UPDATE: This story has been amended to correct an inaccuracy in the classification of the crimes which Mr. Hawk Sr. stands accused. Updated 5:15 p.m., June 11.
UPDATE:The names of the alleged victims have been removed. Updated 6:02 p.m., June 13.
The trial of Roland Hawk Sr., formerly the treasurer for the Crow Creek Tribal Council and alleged perpetrator of several counts of sexual abuse, has been postponed for two months.
Hawk was first indicted on two counts of aggravated sexual abuse and one count of abusive sexual contact without permission in an April 16 hearing before U.S. Magistrate Judge Mark Moreno. At that time, Moreno said Hawk’s jury trial would take place “probably in late June.” According to court documents filed on April 22, Hawk’s trial was specifically set for Tuesday, June 18, before U.S. District Judge Roberto A. Lange.
After a request for continuance filed to the court on May 15 by Hawk and his retained defense attorney, Clint Sargent, that trial date was pushed back to Tuesday, August 20. Court documents signed by Sargent said that “additional time is needed by the defense to conduct its own investigation.”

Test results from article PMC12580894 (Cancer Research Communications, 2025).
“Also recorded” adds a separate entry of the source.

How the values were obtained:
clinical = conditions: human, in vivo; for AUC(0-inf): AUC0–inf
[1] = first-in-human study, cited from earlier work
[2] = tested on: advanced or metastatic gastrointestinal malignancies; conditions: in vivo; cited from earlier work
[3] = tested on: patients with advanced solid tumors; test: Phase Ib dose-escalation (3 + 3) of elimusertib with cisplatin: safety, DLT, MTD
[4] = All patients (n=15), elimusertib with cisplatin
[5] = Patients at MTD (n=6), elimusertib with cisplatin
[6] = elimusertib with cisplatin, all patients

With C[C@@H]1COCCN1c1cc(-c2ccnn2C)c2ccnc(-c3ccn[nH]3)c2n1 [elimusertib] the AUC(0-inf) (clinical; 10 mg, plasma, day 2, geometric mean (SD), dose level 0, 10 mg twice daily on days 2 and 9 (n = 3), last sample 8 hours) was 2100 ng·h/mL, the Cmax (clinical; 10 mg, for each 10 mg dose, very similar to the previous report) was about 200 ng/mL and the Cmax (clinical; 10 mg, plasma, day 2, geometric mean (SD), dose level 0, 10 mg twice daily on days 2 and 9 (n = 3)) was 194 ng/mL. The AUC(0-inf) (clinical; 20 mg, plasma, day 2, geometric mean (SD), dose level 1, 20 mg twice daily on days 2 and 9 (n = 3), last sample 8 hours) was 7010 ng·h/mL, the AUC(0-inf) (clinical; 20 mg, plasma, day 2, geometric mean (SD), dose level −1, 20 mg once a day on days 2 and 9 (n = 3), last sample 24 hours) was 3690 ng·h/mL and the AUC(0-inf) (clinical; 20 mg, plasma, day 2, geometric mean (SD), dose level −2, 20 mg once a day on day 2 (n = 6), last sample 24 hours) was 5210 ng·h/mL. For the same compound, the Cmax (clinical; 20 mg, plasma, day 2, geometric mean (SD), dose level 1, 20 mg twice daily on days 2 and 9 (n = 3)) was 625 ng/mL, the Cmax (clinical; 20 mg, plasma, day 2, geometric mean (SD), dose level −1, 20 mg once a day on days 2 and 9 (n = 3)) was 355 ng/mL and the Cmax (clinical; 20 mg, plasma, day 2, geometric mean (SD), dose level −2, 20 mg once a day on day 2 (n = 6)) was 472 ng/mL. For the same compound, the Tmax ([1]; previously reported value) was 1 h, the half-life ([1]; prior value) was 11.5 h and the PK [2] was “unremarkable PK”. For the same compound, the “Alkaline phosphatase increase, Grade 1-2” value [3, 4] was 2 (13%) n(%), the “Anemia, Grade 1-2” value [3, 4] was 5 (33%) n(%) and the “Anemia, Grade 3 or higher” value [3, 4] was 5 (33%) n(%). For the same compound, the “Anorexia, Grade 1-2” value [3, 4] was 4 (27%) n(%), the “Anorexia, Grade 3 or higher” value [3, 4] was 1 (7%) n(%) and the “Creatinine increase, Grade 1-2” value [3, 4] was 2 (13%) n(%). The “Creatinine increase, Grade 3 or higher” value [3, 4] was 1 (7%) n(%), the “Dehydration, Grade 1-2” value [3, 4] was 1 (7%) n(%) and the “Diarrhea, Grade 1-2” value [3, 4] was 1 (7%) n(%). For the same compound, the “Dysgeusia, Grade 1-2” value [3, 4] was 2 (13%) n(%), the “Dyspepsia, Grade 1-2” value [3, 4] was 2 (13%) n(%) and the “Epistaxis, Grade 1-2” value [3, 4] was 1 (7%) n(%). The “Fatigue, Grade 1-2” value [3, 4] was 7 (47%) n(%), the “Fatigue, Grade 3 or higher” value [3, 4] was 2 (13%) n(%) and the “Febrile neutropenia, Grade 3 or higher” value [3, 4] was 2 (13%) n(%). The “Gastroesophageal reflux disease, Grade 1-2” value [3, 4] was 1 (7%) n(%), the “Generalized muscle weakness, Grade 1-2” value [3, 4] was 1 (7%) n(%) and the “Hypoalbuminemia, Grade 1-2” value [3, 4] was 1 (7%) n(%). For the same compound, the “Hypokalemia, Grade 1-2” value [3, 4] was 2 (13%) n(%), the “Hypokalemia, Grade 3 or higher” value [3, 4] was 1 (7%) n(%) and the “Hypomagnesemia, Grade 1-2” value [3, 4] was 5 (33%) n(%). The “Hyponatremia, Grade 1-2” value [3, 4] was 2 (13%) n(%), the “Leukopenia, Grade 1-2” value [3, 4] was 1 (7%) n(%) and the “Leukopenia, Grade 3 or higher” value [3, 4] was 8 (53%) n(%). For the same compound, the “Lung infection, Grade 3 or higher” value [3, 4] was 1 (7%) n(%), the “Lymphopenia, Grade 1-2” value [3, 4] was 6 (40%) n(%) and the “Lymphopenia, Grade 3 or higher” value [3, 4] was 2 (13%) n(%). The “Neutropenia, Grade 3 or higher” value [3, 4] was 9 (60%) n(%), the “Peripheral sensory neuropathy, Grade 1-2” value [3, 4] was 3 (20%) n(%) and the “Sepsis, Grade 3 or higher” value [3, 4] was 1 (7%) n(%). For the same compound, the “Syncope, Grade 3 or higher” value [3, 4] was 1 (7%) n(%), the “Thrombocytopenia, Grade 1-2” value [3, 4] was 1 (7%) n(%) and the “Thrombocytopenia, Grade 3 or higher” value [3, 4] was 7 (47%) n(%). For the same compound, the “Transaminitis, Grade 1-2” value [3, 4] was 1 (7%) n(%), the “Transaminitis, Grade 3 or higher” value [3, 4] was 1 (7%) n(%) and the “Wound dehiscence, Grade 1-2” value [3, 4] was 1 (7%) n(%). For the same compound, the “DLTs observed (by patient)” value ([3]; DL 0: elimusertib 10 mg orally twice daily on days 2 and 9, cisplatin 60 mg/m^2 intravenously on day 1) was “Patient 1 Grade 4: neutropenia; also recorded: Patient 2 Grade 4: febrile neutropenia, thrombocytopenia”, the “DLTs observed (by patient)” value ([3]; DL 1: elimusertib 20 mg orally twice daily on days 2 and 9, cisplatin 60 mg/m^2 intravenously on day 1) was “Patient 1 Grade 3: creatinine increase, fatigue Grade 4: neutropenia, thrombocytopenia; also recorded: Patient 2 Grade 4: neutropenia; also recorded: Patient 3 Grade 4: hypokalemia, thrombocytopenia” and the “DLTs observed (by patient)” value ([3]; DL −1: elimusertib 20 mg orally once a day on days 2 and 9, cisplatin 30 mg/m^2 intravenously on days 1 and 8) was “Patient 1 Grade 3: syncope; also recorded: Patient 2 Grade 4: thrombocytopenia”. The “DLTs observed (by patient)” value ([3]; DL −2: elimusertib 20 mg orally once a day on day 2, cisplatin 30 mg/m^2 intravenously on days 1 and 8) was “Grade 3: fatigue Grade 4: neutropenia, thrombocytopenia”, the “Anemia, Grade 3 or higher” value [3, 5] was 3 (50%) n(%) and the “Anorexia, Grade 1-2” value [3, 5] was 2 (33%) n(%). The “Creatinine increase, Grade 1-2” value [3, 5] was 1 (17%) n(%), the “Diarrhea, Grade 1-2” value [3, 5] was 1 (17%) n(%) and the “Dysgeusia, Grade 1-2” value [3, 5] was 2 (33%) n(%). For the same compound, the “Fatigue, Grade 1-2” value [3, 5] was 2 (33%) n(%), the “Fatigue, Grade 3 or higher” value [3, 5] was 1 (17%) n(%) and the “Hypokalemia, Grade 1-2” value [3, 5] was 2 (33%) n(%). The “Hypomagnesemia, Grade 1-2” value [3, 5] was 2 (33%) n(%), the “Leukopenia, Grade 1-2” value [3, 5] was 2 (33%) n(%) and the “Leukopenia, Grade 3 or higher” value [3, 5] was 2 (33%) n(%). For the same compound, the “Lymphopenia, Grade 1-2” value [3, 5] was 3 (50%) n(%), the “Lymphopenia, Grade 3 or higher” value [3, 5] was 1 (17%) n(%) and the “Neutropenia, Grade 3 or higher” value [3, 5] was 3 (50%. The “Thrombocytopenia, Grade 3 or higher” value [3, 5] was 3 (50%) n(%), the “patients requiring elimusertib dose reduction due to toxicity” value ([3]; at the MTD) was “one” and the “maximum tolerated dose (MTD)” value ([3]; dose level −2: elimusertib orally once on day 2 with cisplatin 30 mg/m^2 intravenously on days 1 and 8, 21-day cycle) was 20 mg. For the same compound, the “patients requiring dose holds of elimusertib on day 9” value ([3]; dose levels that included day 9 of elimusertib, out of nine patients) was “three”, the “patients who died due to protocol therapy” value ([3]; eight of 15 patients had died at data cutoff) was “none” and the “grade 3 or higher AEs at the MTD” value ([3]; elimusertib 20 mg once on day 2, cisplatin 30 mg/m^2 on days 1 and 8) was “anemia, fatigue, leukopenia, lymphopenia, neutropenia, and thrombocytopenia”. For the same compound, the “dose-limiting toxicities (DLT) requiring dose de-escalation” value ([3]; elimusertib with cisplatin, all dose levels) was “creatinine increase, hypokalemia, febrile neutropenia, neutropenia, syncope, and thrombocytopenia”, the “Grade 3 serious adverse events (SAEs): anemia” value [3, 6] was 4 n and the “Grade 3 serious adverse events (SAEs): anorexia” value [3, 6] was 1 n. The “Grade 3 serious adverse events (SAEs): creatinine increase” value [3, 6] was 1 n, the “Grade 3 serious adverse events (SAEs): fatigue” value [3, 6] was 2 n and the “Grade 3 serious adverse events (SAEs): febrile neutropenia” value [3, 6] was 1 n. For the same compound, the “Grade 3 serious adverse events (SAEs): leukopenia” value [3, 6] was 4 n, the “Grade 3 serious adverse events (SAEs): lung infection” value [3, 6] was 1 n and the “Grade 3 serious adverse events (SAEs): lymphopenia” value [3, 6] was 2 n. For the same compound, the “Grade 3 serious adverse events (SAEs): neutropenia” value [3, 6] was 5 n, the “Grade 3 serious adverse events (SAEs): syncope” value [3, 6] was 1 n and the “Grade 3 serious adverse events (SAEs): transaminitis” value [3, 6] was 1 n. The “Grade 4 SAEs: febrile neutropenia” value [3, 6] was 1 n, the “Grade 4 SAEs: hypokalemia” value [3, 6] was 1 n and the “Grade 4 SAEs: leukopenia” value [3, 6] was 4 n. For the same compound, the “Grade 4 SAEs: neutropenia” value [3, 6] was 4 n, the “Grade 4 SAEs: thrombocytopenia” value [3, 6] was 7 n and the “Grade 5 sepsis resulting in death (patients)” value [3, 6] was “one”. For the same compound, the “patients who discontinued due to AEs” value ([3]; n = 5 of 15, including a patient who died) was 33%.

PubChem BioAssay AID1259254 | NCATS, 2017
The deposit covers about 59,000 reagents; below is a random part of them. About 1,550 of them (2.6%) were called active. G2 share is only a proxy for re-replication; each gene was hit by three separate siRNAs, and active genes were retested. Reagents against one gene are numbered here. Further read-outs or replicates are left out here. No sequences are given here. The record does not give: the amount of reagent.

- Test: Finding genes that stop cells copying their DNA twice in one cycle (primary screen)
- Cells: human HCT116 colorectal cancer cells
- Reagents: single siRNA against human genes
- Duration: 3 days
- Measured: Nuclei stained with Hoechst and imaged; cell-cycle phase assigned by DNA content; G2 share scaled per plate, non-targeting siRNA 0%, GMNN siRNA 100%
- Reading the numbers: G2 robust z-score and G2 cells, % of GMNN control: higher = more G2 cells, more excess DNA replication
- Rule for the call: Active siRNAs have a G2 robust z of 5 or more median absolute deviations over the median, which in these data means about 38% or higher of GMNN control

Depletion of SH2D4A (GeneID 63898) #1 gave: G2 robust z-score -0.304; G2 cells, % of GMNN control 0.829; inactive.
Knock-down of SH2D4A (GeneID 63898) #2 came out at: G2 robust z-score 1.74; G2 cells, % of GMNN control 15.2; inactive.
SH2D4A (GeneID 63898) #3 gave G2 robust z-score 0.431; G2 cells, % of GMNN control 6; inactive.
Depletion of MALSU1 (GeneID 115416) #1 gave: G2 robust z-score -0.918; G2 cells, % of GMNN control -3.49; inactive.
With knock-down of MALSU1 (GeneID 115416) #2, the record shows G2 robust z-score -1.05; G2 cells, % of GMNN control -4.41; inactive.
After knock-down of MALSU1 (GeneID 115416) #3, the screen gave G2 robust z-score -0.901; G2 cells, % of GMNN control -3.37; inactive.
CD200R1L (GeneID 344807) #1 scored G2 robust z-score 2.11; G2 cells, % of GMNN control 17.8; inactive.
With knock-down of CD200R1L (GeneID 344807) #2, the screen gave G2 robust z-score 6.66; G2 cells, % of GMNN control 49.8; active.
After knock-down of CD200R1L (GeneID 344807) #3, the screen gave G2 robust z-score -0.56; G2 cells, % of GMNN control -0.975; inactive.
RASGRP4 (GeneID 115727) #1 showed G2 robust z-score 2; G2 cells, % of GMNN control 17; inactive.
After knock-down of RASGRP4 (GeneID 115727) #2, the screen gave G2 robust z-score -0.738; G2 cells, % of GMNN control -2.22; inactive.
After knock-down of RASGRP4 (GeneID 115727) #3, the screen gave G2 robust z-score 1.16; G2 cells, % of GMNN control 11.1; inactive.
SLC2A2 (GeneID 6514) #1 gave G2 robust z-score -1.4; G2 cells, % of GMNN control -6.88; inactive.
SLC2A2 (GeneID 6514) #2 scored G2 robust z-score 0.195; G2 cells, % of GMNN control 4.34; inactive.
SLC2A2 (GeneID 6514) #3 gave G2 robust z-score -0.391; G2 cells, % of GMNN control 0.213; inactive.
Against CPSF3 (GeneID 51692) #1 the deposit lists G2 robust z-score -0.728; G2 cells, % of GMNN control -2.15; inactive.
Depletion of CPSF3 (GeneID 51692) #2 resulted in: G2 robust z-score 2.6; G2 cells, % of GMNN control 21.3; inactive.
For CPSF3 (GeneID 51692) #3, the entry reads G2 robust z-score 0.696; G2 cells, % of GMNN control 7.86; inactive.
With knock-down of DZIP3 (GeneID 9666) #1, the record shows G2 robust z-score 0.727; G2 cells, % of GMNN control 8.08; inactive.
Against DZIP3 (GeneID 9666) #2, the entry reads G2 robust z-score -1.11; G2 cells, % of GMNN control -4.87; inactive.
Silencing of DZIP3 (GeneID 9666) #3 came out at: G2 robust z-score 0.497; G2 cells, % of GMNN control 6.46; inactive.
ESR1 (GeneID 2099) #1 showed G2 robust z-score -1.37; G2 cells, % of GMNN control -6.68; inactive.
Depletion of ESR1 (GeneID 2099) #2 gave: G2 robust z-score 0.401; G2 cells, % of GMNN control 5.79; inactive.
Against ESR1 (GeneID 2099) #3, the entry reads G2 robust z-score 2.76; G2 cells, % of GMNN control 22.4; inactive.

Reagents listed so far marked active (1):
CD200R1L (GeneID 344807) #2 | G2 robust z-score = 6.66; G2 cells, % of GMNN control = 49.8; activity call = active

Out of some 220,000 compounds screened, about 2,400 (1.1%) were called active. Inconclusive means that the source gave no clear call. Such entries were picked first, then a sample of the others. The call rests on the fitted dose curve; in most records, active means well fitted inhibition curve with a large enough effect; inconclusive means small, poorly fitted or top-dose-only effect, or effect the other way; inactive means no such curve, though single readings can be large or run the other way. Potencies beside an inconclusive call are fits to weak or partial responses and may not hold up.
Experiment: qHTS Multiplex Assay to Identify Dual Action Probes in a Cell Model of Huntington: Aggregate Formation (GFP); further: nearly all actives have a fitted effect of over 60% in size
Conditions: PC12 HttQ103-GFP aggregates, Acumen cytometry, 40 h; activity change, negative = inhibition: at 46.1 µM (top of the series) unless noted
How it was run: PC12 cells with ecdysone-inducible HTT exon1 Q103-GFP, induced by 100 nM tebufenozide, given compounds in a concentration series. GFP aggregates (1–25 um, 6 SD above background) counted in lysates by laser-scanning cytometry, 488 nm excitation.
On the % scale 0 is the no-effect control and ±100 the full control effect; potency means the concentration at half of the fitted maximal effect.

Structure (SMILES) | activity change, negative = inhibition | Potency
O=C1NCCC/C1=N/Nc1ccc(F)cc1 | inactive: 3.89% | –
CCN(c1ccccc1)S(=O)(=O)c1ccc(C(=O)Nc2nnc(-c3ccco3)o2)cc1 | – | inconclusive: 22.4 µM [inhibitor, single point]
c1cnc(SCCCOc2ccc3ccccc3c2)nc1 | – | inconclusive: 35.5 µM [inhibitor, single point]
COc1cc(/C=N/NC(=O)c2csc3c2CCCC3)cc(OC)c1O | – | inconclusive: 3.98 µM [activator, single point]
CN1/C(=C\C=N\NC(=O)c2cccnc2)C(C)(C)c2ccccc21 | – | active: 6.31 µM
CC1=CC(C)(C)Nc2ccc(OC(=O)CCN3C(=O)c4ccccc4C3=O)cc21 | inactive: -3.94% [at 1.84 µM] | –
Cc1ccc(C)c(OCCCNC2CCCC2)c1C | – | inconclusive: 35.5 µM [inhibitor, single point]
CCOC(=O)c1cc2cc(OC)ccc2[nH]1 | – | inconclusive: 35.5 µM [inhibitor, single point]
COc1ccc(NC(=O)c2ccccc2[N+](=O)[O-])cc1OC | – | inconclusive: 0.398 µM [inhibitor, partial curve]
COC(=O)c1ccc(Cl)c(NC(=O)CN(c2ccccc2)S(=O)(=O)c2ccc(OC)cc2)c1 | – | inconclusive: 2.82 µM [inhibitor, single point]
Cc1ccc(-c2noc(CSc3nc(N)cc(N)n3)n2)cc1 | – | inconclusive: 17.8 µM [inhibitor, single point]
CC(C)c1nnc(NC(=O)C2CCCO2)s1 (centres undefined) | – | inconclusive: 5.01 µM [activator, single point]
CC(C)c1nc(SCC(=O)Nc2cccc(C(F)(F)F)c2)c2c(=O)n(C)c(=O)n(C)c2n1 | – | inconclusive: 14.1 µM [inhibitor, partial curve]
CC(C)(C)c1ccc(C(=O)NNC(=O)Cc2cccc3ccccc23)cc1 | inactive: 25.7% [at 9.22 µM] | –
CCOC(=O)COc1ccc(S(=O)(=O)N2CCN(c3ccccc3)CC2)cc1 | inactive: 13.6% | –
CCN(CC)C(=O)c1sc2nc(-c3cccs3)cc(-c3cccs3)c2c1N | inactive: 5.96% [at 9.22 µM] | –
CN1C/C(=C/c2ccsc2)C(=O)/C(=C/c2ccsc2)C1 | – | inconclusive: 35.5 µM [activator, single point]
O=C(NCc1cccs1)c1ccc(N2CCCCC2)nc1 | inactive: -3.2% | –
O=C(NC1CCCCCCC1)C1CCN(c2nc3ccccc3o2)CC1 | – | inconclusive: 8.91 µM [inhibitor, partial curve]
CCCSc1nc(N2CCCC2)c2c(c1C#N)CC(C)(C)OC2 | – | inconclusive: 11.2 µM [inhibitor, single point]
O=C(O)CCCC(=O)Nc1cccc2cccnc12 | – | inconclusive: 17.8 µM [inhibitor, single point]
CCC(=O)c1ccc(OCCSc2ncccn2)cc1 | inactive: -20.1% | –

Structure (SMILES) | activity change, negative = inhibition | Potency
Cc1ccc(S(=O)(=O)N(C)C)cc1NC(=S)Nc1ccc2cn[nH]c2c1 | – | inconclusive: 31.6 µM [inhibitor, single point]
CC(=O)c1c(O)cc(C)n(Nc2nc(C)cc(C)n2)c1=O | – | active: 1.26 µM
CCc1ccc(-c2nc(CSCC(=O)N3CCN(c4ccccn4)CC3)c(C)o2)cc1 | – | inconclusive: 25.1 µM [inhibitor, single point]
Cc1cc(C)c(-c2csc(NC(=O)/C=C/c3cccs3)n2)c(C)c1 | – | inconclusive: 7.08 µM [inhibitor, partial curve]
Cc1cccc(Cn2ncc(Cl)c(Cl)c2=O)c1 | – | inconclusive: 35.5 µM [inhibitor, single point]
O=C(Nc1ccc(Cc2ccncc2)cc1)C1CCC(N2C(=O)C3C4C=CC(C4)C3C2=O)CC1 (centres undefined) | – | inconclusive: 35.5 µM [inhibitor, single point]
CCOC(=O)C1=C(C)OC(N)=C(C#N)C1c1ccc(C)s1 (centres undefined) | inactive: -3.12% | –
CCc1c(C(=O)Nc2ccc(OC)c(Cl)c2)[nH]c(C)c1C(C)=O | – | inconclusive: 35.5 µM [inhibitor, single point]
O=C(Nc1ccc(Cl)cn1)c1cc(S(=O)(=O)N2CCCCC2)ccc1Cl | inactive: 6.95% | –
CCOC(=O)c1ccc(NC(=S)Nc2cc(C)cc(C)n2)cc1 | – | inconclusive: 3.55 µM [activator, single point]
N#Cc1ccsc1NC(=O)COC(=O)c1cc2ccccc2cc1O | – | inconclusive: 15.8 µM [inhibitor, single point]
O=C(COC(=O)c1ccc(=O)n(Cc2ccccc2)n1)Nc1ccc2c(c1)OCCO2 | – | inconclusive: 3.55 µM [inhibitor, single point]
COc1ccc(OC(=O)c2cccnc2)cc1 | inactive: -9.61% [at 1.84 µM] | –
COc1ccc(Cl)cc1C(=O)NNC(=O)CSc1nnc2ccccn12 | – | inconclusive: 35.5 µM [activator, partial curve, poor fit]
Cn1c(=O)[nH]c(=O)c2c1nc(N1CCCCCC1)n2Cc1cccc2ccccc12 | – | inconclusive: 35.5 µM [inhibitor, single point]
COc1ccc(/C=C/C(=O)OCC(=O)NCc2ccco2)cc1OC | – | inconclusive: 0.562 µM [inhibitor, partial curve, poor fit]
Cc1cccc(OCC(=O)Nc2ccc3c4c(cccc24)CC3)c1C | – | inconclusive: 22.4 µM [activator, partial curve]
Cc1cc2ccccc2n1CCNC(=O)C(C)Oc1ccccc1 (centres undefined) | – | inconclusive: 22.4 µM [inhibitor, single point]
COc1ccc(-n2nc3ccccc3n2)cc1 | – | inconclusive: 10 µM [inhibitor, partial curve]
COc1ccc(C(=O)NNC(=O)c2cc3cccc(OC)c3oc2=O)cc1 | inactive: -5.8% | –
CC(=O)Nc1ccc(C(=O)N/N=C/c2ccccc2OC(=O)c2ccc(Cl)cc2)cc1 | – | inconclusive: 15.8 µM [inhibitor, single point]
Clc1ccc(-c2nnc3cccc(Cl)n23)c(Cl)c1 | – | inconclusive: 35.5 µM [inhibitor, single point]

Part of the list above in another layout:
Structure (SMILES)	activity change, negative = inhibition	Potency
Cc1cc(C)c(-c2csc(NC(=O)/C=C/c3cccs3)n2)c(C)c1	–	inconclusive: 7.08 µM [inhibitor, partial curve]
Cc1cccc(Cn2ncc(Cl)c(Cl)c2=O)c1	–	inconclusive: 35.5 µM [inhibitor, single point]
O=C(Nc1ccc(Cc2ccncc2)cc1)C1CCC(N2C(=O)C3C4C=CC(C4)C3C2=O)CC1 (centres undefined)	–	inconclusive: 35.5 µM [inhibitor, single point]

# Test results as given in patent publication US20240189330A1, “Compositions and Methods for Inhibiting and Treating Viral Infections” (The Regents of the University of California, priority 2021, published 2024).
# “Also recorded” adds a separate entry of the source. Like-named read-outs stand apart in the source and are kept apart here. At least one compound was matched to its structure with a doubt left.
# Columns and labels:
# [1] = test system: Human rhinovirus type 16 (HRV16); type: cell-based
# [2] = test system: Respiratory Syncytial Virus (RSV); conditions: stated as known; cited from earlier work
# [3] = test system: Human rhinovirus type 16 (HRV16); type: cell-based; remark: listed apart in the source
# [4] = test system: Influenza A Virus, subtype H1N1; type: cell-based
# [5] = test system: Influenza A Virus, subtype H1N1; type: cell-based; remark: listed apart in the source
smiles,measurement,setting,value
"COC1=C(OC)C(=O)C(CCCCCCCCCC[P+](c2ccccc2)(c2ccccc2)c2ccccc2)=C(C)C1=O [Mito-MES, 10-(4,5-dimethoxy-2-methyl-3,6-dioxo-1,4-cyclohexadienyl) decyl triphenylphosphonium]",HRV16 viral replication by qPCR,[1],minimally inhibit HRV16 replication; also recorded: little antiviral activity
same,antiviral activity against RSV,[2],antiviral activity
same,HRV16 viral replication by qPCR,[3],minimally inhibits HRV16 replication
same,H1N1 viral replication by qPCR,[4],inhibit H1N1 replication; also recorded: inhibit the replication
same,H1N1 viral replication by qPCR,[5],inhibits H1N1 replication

Sargent did not return calls for comment on the matter. The court granted the request for continuance on May 30. Lange will still be the presiding judge at Hawk’s August 20 trial.
Hawk, in the meantime, has been released into the custody of his mother, Roselle Lockwood, who lives in Fort Thompson. Part of his release agreement stipulates that he is not to contact or enter within 100 feet of the alleged victims in the case. He is also required to submit to location monitoring and to maintain some form of employment.
At the time of Hawk’s initial indictment, Crow Creek Council Chairman Lester D. Thompson Jr. sent out a statement that said the council would continue to employ Hawk in his position of treasurer as he awaits trial, albeit in a limited capacity. They placed Hawk on “a leave of absence,” during which he would be allowed to continue performing most of his duties as treasurer, but would not be allowed to sign or issue checks.
By press time, the Council did not return calls meant to confirm if this was still the case.
Each of the counts Hawk is indicted in is a federal Level 4 Offense. If found guilty, he could possibly be imprisoned. Hawk pleaded not guilty to each of the counts against him at his April 16 hearing.